be largely repaid by the earnings of the
road, will not in any event be great,
and may be returned many fold by the
resultant benefits to everjvproducer and
shipper In the Columbia Basin.
Oregon stands on the threshold of
great things. The harvest Is ripe for
the sickle to. be put forth; but the work
Involves money and vigilance. The fu
ture looks big with commercial and In
dustrlal promise; but the, desired return
depends on a heavy, initial investment of
united effort and uncomplaining coo
trlbutlons. "We require a multitude of
things, such as, the Lewis and Clark
Centennial, the Portland flreboat, the
river channel, the dalles portage, the
Portland drydock, and we require them
now. "We need a railroad to Klickitat,
and another to Crook, and we must
build them. "We must sot be scared
from these fields as we have been scared
out of the Clearwater ami. the Nehalem.
Economy here is parsimony. "There Is
that scattercth. and yet lncreaseth
there, is that wlthholdcth and yet fend
eth Jo poverty." "We cannot stand still.
It Is either forward or backward. Every
vantage point we neglect to -occupy will
be seized by rivals south or north and
ueed as a base of operations against us.
In all theso things nothing Is more
necessary Ju3t now than the speediest
possible opening of the dalles. As It Is,
Brain la compelled to pay enough to
enable the Northern lines to haul It over
the Cascades to Puget Sound at a profit.
The Columbia route will never get Its
due9 until that rate comes down totihe
water-level basis and the grain dragged
over the Cascades to Puget Sound Is
dragged' at a loss. The O. R. & N. Co.
Is now restrained' from lowering the
rate, partly through love of earnings.
partly through threats from the North
ern lines. "When the dalles are open It
will have no choice. All that the port
age road can, accompsh toward that
end, be It little or much, must be done.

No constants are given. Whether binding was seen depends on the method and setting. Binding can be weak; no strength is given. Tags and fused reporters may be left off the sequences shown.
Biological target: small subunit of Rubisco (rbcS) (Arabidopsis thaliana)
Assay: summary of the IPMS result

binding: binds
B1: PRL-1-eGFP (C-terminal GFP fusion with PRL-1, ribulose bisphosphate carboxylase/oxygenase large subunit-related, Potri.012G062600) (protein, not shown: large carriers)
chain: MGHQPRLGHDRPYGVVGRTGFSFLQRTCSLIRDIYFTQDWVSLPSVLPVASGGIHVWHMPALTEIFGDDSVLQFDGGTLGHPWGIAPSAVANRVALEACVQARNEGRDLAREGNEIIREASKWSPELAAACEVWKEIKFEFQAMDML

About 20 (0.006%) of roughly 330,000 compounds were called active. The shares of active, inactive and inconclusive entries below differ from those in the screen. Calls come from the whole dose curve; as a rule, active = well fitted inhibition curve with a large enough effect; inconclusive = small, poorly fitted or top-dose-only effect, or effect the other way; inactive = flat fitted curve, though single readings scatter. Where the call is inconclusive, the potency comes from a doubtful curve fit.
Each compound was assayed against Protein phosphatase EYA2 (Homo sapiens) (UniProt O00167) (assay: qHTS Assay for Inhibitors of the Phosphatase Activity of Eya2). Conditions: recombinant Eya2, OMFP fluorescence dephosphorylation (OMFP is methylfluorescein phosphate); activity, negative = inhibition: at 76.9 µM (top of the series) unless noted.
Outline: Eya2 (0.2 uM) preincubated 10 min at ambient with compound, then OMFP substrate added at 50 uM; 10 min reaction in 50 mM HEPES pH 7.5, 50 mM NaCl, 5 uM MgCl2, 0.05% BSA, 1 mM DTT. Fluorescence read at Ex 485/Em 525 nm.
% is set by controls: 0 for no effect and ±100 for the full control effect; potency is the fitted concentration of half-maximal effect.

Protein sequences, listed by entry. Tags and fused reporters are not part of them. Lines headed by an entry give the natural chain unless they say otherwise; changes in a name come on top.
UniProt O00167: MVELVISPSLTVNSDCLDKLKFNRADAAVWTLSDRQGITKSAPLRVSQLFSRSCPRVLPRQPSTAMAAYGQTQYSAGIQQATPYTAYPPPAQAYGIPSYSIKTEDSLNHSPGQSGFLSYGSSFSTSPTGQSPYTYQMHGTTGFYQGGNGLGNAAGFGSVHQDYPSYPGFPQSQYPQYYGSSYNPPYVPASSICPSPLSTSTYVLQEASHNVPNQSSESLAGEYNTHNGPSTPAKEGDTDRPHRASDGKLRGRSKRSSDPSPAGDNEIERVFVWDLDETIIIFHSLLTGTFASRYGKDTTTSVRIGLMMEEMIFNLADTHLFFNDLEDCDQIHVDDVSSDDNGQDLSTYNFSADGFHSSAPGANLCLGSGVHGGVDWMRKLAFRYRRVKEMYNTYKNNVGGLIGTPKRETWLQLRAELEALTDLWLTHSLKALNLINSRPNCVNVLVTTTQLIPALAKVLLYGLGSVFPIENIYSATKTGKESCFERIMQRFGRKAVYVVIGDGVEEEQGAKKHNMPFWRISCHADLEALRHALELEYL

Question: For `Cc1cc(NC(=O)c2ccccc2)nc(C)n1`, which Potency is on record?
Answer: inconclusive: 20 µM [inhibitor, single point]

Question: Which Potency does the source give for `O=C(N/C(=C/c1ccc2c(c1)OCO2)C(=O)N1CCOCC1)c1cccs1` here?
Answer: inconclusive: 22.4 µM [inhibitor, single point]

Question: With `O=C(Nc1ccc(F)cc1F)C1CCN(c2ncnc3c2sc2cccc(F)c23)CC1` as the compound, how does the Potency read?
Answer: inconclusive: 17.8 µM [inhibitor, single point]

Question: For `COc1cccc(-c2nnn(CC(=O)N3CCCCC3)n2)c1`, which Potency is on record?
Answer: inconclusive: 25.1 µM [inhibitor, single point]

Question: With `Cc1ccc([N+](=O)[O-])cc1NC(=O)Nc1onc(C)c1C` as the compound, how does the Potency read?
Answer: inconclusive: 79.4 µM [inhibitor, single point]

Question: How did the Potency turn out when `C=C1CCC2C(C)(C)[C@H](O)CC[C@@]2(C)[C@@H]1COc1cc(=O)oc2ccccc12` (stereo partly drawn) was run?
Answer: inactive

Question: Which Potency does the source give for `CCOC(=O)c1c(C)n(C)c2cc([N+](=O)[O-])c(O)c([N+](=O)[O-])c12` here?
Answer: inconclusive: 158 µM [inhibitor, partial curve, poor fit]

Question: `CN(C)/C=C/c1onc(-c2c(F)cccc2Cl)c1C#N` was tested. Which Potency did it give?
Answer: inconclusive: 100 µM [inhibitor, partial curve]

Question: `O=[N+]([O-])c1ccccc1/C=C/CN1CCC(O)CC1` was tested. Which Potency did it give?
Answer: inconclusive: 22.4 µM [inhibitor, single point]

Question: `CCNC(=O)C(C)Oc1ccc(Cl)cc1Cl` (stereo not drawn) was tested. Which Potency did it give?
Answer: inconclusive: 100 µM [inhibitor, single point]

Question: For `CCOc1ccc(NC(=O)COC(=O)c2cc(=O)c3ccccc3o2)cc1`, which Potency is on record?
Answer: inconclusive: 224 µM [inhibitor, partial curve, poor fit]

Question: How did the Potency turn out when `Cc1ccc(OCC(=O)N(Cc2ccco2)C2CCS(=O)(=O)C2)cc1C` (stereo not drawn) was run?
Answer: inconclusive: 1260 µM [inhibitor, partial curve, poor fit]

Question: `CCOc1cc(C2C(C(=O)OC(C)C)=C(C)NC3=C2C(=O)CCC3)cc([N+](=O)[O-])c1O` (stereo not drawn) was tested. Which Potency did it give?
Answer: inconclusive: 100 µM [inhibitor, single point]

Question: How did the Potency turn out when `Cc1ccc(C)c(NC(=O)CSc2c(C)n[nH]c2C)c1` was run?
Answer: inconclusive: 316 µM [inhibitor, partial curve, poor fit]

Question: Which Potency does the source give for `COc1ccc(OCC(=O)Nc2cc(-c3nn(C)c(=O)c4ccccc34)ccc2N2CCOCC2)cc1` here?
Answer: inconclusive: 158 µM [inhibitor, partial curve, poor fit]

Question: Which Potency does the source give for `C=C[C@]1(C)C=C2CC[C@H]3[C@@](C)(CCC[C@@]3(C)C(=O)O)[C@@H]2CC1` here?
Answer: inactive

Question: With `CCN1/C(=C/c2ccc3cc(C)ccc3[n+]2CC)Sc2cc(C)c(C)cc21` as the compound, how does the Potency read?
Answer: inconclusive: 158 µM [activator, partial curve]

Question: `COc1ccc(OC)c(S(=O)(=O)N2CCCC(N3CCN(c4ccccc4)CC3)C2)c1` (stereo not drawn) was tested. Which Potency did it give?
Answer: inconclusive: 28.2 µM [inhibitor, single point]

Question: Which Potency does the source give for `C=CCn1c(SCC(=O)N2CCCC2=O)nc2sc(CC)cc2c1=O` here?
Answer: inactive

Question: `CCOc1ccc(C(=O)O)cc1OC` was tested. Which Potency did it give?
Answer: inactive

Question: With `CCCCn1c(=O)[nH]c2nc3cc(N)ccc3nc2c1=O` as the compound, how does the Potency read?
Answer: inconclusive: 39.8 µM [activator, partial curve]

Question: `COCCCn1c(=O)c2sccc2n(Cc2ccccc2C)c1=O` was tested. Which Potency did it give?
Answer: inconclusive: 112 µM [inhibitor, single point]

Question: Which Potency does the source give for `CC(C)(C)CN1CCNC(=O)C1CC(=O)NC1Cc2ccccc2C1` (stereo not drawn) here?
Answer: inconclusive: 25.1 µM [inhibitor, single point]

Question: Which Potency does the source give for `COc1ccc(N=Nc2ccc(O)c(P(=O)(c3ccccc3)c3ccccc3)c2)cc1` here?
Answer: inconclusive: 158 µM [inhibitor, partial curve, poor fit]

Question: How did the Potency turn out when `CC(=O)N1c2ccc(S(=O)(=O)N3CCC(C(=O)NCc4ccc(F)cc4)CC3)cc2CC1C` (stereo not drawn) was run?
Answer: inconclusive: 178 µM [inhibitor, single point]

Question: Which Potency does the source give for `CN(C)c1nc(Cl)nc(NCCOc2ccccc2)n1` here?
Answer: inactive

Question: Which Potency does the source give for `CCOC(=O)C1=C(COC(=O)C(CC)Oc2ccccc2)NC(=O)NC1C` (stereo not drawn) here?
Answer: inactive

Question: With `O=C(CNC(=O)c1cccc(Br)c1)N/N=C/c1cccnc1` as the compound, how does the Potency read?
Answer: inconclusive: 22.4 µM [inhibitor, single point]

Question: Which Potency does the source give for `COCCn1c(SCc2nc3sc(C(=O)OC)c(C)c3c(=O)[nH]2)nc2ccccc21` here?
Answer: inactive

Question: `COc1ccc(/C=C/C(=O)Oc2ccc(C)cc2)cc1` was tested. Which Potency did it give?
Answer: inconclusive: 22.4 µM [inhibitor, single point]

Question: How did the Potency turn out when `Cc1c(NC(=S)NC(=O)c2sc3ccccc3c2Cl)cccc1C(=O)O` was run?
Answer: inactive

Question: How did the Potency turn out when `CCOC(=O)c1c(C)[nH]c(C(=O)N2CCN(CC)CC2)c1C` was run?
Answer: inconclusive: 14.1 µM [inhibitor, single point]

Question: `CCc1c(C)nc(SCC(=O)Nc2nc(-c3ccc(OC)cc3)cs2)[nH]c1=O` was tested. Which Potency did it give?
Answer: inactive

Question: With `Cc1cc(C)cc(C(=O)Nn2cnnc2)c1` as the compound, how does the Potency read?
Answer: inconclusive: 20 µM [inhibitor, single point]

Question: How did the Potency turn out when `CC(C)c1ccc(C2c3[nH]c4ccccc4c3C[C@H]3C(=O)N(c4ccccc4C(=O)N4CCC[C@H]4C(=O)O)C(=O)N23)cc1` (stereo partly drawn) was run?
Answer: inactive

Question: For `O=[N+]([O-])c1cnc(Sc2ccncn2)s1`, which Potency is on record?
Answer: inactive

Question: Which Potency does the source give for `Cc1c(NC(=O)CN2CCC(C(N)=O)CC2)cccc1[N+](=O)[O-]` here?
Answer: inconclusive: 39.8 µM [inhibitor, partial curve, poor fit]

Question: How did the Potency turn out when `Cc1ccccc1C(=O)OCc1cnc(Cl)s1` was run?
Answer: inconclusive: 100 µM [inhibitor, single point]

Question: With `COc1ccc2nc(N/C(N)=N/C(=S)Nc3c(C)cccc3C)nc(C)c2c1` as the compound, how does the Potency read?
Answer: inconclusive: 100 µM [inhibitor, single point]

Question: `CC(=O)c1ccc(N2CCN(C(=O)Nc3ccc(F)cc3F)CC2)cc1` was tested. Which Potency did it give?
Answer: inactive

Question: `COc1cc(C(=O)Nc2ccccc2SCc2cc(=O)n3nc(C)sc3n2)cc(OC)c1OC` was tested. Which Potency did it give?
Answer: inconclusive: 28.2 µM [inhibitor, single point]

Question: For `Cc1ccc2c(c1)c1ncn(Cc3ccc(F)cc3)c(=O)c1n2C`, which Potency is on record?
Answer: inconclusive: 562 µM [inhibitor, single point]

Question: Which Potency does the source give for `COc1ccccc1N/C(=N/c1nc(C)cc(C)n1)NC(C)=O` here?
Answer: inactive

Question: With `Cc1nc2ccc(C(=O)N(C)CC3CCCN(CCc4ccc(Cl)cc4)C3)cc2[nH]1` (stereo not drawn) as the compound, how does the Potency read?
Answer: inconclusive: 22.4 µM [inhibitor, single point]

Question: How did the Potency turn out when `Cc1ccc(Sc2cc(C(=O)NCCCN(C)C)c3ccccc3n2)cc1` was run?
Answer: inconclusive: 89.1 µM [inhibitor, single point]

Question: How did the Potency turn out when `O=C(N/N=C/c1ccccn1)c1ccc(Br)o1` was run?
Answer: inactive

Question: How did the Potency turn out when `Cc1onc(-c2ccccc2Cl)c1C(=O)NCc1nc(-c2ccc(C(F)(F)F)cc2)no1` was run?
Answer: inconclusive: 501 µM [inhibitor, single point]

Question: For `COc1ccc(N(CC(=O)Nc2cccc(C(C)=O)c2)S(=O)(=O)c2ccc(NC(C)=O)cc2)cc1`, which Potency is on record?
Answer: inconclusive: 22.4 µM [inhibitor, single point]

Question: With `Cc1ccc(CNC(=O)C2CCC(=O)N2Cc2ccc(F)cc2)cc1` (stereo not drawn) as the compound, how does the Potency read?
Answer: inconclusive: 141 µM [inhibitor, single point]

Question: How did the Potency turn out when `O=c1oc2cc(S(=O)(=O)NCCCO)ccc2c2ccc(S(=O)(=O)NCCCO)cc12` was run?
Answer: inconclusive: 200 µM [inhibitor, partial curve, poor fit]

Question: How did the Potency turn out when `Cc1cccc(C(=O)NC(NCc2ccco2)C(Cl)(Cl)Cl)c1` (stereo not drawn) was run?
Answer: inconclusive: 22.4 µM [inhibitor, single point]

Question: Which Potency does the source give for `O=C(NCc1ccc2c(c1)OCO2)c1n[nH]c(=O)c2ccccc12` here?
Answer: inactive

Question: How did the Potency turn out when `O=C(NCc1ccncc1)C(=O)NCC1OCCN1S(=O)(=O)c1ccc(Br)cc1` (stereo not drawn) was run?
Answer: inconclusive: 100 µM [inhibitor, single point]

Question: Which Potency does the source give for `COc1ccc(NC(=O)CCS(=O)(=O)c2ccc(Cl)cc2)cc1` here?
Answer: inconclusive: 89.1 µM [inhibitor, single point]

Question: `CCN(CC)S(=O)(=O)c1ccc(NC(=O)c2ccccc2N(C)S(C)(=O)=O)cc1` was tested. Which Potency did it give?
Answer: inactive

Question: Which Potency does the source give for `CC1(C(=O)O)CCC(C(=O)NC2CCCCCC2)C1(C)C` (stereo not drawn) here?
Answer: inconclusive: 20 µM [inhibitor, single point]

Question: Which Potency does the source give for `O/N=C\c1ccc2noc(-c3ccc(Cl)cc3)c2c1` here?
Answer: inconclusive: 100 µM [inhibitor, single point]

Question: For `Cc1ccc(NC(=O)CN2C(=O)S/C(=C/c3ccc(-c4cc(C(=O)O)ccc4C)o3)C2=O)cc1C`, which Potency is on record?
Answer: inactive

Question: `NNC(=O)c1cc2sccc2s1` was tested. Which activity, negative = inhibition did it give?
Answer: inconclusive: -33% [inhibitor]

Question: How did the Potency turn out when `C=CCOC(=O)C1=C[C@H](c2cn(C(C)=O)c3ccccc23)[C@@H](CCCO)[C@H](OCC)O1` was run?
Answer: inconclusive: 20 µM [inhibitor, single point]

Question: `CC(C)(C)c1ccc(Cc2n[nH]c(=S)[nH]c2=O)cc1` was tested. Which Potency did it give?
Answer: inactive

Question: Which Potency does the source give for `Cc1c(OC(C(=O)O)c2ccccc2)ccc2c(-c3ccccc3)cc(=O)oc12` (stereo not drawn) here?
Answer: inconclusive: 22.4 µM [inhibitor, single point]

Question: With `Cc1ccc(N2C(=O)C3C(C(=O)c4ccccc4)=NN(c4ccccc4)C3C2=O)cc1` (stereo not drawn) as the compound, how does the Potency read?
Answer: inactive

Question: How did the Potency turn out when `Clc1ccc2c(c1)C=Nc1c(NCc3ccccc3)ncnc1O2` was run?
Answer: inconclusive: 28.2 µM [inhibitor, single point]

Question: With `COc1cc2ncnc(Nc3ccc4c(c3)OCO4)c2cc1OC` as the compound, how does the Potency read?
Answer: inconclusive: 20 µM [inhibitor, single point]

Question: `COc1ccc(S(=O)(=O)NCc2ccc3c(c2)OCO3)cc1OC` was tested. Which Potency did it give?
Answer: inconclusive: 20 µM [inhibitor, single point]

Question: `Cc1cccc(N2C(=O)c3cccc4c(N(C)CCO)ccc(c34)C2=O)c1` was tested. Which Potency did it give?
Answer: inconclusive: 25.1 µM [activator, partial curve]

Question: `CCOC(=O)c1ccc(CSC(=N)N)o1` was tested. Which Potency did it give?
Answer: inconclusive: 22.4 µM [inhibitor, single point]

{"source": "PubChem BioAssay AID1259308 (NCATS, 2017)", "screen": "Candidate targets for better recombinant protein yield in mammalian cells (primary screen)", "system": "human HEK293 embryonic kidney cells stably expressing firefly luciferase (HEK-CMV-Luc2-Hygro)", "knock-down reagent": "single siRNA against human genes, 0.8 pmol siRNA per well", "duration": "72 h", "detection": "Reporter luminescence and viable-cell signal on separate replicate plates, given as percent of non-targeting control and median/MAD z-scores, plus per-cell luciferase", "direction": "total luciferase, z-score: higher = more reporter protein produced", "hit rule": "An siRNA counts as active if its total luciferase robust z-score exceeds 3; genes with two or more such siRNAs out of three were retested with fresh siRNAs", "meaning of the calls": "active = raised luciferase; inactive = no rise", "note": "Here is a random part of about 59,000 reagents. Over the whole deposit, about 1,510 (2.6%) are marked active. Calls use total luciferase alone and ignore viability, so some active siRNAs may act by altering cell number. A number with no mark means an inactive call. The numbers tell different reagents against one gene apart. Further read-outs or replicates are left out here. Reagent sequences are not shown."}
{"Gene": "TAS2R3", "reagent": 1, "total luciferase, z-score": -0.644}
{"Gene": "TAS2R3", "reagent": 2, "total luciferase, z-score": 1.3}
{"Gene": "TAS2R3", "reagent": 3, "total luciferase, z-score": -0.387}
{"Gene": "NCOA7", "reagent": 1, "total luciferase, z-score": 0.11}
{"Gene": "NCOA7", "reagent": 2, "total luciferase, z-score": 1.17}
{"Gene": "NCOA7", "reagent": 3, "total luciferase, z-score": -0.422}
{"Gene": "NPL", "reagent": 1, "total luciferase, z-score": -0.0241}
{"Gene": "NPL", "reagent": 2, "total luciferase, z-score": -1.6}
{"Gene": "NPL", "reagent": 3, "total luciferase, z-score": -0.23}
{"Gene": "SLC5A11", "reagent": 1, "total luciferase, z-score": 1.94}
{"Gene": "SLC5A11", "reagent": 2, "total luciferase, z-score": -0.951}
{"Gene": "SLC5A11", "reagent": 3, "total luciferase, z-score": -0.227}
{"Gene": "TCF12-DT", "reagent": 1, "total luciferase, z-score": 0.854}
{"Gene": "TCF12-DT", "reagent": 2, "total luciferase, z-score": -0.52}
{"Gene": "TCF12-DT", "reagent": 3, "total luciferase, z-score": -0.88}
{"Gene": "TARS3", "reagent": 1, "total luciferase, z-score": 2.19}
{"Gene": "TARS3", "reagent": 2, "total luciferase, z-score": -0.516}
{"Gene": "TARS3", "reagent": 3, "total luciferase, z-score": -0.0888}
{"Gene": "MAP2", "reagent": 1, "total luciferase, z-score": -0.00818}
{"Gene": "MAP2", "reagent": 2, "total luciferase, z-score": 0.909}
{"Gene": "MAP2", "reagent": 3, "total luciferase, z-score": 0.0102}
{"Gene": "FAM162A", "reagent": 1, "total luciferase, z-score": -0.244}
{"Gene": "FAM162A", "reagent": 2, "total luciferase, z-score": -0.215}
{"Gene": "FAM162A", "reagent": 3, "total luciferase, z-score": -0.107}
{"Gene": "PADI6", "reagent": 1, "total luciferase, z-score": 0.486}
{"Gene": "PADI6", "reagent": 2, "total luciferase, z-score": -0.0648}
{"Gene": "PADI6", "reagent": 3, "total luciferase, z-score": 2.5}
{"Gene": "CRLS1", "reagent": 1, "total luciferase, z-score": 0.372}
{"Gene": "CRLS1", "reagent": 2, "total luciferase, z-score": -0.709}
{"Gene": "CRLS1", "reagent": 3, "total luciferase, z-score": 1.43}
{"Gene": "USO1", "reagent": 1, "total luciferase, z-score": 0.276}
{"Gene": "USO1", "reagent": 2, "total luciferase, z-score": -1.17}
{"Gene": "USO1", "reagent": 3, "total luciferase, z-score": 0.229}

The portage road must be built.
THE FEHMANEVT ADVERTISER.
Advertising Is an art; that everybody
knows; and never was so much an art
as in these days, when as much careful
work is done In writing advertisements
as in writing editorials. A high au
thority says: "AdvertlsinB should be
planned on the presumption that It Is
going to be permanent." It means that
advertising should be systematic, not
poradic; that It Is a distinct feature
and department and should be so ad
ministered. Announcements now and
then do not bring a train of steady
benefits. They, may be for spurt sales,
but when the sales have run their
course they are forgotten.
Much has been learned about adver
tising within the past few years. In
every city the houses that are foremost
In mercantile lines are the ones that
pursue tho policy of systematic adver
tising, in an artistic way, day after day.
year in and year out. They have built
up their business by It, and the matter
they furnish dally has become a part of
tho reading matter of the great news
paper, sought dally by people who look
to this source for Information as to
means for supplying their wants.
Again, well-written advertisements con
tain a sort of Information that every
body wants, whether the reader has
need at the moment of the particular
article or not. Newspaper readers do
not know, perhaps, how much entertain
ment they get from the advertising col
umns till they stop to think about It.
Through the newspaper they gain per
sonal acquaintance with the merchants
who advertise, though the- may never
have met them.
To the Judicious advertiser his dally
announcements are a cash article or In
vestment, and It Is business on his part
when he studies how to get the best
results for his money. By the thorough
business man advertising space 19
bought on the same principles he cm
ploys when he makes any other ex
penditure necessary for his business.
He looks to get the best results for his
money. Just as his customers do when